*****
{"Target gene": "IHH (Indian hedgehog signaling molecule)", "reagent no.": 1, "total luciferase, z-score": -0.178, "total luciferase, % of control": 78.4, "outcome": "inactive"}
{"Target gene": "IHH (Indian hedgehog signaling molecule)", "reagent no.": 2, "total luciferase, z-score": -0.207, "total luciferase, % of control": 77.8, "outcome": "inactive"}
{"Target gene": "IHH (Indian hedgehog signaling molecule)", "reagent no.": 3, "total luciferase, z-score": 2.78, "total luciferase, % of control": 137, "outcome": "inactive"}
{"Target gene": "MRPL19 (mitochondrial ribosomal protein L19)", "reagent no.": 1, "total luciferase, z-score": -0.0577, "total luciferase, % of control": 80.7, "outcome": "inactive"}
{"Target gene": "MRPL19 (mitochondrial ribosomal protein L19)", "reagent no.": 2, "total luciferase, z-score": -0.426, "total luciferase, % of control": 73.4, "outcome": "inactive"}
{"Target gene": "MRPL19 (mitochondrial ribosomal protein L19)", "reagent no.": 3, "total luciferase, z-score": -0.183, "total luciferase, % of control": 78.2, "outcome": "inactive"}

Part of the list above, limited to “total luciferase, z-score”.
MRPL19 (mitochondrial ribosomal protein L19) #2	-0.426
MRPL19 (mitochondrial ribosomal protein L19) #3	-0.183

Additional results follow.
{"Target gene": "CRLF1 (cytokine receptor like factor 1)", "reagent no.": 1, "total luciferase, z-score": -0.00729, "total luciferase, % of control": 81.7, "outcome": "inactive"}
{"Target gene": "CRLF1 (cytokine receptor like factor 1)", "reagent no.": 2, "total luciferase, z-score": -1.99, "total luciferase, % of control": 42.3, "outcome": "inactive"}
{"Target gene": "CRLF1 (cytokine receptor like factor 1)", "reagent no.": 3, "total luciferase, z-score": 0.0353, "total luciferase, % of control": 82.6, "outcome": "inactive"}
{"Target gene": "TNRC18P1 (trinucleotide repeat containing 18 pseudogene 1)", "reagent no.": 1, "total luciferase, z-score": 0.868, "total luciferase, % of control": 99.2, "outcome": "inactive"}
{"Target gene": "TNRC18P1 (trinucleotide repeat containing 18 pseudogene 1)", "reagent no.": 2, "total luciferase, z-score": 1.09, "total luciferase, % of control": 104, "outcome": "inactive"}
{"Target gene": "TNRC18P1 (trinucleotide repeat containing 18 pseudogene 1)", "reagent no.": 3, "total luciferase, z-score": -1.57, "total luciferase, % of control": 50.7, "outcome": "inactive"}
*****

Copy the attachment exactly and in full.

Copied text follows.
{"Target gene": "IHH (Indian hedgehog signaling molecule)", "reagent no.": 1, "total luciferase, z-score": -0.178, "total luciferase, % of control": 78.4, "outcome": "inactive"}
{"Target gene": "IHH (Indian hedgehog signaling molecule)", "reagent no.": 2, "total luciferase, z-score": -0.207, "total luciferase, % of control": 77.8, "outcome": "inactive"}
{"Target gene": "IHH (Indian hedgehog signaling molecule)", "reagent no.": 3, "total luciferase, z-score": 2.78, "total luciferase, % of control": 137, "outcome": "inactive"}
{"Target gene": "MRPL19 (mitochondrial ribosomal protein L19)", "reagent no.": 1, "total luciferase, z-score": -0.0577, "total luciferase, % of control": 80.7, "outcome": "inactive"}
{"Target gene": "MRPL19 (mitochondrial ribosomal protein L19)", "reagent no.": 2, "total luciferase, z-score": -0.426, "total luciferase, % of control": 73.4, "outcome": "inactive"}
{"Target gene": "MRPL19 (mitochondrial ribosomal protein L19)", "reagent no.": 3, "total luciferase, z-score": -0.183, "total luciferase, % of control": 78.2, "outcome": "inactive"}

Part of the list above, limited to “total luciferase, z-score”.
MRPL19 (mitochondrial ribosomal protein L19) #2	-0.426
MRPL19 (mitochondrial ribosomal protein L19) #3	-0.183

Additional results follow.
{"Target gene": "CRLF1 (cytokine receptor like factor 1)", "reagent no.": 1, "total luciferase, z-score": -0.00729, "total luciferase, % of control": 81.7, "outcome": "inactive"}
{"Target gene": "CRLF1 (cytokine receptor like factor 1)", "reagent no.": 2, "total luciferase, z-score": -1.99, "total luciferase, % of control": 42.3, "outcome": "inactive"}
{"Target gene": "CRLF1 (cytokine receptor like factor 1)", "reagent no.": 3, "total luciferase, z-score": 0.0353, "total luciferase, % of control": 82.6, "outcome": "inactive"}
{"Target gene": "TNRC18P1 (trinucleotide repeat containing 18 pseudogene 1)", "reagent no.": 1, "total luciferase, z-score": 0.868, "total luciferase, % of control": 99.2, "outcome": "inactive"}
{"Target gene": "TNRC18P1 (trinucleotide repeat containing 18 pseudogene 1)", "reagent no.": 2, "total luciferase, z-score": 1.09, "total luciferase, % of control": 104, "outcome": "inactive"}
{"Target gene": "TNRC18P1 (trinucleotide repeat containing 18 pseudogene 1)", "reagent no.": 3, "total luciferase, z-score": -1.57, "total luciferase, % of control": 50.7, "outcome": "inactive"}